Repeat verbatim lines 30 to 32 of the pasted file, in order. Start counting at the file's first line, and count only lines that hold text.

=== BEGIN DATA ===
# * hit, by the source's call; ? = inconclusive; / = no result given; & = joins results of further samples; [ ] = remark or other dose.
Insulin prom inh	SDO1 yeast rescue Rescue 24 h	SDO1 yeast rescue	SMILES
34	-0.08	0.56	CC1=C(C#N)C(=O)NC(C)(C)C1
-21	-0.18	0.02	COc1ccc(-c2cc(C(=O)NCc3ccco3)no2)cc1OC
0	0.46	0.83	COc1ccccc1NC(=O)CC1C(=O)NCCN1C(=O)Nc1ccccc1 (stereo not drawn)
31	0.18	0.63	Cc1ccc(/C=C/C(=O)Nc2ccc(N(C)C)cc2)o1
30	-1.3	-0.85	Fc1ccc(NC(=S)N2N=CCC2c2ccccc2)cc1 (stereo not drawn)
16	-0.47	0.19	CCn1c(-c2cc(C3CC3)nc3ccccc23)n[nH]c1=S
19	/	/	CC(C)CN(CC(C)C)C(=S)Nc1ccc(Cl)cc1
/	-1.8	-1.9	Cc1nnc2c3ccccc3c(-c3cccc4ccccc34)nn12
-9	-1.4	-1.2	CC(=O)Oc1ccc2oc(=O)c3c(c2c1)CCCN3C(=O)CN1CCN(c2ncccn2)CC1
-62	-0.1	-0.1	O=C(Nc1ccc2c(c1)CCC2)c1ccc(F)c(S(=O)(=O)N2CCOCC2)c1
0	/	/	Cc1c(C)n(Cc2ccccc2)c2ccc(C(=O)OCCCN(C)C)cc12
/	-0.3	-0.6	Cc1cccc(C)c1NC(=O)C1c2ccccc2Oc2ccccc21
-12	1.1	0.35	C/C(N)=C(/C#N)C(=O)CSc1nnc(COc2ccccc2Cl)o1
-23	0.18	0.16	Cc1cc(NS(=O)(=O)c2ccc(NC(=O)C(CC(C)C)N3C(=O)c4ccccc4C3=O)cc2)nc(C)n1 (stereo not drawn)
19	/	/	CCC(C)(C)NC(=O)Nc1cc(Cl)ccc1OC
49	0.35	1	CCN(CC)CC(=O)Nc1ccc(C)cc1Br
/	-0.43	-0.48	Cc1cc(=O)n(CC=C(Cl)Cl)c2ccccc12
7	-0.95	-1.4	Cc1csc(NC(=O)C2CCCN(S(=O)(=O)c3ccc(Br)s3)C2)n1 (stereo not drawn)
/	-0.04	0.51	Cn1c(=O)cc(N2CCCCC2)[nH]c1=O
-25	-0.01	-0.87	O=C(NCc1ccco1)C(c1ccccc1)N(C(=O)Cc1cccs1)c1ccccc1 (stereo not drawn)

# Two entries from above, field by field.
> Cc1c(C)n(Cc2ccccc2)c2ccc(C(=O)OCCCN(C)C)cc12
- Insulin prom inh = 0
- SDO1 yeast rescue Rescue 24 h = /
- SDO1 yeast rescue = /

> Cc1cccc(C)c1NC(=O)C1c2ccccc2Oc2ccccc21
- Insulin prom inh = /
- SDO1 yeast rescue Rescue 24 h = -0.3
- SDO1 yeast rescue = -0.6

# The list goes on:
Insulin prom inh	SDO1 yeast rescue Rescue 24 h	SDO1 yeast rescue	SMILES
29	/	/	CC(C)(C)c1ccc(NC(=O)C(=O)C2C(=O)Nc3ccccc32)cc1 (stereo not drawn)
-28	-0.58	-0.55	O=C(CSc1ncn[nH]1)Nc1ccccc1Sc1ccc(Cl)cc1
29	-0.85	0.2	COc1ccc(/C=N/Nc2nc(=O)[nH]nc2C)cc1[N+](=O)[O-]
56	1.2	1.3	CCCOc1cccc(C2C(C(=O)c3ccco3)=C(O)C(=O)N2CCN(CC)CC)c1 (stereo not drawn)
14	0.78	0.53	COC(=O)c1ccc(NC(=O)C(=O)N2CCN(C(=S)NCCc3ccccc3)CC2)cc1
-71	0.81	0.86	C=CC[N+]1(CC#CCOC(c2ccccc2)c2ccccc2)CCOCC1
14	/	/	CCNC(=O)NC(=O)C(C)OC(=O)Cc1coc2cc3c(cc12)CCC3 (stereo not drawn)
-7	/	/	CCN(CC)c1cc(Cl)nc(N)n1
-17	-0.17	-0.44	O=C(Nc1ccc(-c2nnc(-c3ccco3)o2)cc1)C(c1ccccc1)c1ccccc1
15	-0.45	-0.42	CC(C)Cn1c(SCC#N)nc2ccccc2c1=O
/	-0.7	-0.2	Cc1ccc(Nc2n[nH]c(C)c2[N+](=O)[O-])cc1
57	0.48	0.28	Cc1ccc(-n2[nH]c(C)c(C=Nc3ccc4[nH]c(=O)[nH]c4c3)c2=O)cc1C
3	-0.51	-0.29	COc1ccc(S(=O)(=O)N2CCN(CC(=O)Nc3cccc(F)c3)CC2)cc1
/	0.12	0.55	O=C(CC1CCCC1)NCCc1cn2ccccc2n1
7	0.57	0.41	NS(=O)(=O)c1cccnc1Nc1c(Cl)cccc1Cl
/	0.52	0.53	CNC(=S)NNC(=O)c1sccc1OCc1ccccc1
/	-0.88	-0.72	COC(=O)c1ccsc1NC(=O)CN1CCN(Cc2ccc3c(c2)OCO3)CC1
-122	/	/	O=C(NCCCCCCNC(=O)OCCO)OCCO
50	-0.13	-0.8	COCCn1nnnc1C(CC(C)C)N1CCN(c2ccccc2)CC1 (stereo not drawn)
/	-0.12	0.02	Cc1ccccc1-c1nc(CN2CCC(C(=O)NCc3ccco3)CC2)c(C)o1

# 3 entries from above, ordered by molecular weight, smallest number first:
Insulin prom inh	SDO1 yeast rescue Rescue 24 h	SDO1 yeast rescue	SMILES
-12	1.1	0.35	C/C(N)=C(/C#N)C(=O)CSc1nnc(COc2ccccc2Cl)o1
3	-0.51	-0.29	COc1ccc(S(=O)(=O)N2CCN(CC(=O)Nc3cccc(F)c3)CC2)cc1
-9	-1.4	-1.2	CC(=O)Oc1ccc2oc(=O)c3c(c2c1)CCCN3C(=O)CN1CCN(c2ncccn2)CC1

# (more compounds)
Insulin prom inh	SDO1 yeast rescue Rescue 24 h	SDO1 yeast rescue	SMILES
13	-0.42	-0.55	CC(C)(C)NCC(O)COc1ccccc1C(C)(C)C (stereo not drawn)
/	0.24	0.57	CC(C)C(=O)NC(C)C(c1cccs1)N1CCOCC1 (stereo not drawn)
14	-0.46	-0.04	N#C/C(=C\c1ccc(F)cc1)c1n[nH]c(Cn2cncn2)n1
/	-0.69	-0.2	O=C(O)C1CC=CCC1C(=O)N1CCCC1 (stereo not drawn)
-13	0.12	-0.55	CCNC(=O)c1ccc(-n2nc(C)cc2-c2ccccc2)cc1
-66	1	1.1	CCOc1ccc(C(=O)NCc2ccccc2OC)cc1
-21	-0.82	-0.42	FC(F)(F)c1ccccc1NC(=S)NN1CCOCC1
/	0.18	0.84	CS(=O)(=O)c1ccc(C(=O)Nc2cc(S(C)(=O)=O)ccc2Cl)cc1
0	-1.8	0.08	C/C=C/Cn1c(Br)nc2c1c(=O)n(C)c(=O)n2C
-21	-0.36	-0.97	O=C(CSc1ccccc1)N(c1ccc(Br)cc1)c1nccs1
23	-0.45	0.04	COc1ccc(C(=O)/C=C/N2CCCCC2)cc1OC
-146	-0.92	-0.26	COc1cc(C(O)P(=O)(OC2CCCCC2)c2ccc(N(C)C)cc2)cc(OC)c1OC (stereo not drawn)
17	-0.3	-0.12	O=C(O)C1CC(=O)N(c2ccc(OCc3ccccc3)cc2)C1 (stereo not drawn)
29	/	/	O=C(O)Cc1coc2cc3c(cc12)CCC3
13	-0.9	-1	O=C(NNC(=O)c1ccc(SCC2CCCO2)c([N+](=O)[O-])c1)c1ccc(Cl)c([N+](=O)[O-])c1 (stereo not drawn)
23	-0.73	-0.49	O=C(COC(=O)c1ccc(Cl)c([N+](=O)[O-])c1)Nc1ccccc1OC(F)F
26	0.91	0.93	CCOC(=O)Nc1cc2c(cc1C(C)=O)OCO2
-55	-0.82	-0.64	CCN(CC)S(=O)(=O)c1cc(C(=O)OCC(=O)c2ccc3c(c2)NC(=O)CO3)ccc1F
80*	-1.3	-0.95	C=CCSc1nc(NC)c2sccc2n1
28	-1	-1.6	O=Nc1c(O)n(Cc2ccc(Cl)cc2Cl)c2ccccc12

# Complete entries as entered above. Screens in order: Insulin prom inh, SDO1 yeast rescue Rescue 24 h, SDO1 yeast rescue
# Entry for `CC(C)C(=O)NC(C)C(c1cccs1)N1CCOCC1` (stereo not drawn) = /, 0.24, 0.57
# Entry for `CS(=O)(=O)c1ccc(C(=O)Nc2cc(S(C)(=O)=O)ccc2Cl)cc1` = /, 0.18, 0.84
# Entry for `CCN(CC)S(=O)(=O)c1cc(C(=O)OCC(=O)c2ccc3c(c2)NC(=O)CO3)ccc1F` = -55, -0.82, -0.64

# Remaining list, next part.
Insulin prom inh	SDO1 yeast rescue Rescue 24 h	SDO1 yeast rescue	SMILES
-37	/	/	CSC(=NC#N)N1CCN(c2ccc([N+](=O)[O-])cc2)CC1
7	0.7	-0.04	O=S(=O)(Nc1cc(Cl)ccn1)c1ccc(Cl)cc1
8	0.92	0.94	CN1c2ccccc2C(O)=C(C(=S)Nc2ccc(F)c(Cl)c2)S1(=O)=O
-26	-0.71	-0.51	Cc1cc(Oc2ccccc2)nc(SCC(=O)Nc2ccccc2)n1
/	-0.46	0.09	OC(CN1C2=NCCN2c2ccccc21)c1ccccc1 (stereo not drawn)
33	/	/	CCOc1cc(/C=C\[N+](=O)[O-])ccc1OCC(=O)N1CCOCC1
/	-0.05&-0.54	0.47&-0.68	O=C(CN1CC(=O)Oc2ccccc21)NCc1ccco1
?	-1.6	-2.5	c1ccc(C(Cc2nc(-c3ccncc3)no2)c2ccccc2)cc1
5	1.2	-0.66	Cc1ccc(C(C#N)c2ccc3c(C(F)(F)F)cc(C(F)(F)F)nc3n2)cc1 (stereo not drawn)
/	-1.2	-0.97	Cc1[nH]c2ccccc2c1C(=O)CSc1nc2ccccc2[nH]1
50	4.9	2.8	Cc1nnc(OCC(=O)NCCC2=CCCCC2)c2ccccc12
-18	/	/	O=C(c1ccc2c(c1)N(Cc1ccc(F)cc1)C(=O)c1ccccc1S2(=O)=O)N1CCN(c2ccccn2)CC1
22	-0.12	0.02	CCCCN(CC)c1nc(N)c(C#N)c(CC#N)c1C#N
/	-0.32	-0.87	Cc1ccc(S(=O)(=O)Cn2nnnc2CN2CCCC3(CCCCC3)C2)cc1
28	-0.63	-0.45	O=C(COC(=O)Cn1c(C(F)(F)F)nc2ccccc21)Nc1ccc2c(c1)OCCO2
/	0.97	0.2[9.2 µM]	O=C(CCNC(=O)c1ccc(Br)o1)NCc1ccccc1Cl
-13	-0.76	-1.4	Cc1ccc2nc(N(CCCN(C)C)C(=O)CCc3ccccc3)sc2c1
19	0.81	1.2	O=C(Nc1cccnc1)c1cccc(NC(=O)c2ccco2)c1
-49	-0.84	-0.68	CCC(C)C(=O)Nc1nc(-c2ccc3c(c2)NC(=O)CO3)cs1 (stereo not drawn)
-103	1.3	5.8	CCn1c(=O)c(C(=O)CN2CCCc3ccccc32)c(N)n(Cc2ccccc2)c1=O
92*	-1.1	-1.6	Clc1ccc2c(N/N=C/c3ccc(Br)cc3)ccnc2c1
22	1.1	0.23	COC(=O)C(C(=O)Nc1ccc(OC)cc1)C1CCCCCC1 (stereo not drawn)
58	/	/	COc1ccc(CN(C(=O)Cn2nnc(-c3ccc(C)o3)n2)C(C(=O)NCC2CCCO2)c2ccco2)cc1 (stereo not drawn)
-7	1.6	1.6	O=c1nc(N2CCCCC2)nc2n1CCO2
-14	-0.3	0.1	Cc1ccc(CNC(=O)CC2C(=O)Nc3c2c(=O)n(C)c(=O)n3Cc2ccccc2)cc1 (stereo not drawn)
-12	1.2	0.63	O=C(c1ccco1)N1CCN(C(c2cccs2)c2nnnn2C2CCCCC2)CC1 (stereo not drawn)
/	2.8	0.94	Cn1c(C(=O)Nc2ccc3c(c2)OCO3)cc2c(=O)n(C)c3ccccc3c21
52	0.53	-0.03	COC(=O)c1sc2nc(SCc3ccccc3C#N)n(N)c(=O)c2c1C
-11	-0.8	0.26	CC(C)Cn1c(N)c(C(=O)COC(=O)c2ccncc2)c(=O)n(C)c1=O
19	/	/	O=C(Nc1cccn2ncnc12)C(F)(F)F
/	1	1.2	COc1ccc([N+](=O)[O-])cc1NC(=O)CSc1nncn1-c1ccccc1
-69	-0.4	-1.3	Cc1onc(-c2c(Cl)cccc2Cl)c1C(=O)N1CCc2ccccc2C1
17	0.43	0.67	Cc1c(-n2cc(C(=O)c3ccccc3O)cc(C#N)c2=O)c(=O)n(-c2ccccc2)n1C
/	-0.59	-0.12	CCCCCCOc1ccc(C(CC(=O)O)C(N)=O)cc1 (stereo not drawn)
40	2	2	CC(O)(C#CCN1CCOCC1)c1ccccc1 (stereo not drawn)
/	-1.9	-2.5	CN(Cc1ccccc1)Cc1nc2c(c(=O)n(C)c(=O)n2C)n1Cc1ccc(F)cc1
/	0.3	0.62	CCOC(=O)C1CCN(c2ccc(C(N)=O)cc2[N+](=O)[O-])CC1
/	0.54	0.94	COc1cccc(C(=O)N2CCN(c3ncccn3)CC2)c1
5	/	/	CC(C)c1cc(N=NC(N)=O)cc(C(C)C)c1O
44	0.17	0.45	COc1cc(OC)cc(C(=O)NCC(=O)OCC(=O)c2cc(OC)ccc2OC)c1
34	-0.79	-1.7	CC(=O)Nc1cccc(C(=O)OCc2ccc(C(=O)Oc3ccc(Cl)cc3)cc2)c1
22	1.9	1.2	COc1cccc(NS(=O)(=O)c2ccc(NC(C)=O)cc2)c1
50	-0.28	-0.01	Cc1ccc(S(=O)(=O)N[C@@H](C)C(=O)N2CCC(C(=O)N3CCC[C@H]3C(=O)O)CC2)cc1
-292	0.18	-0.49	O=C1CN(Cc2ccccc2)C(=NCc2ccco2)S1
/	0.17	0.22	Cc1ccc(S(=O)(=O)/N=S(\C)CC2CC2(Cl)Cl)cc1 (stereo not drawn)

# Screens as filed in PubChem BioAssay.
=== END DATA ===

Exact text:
- SDO1 yeast rescue Rescue 24 h = -0.3
- SDO1 yeast rescue = -0.6

# The list goes on: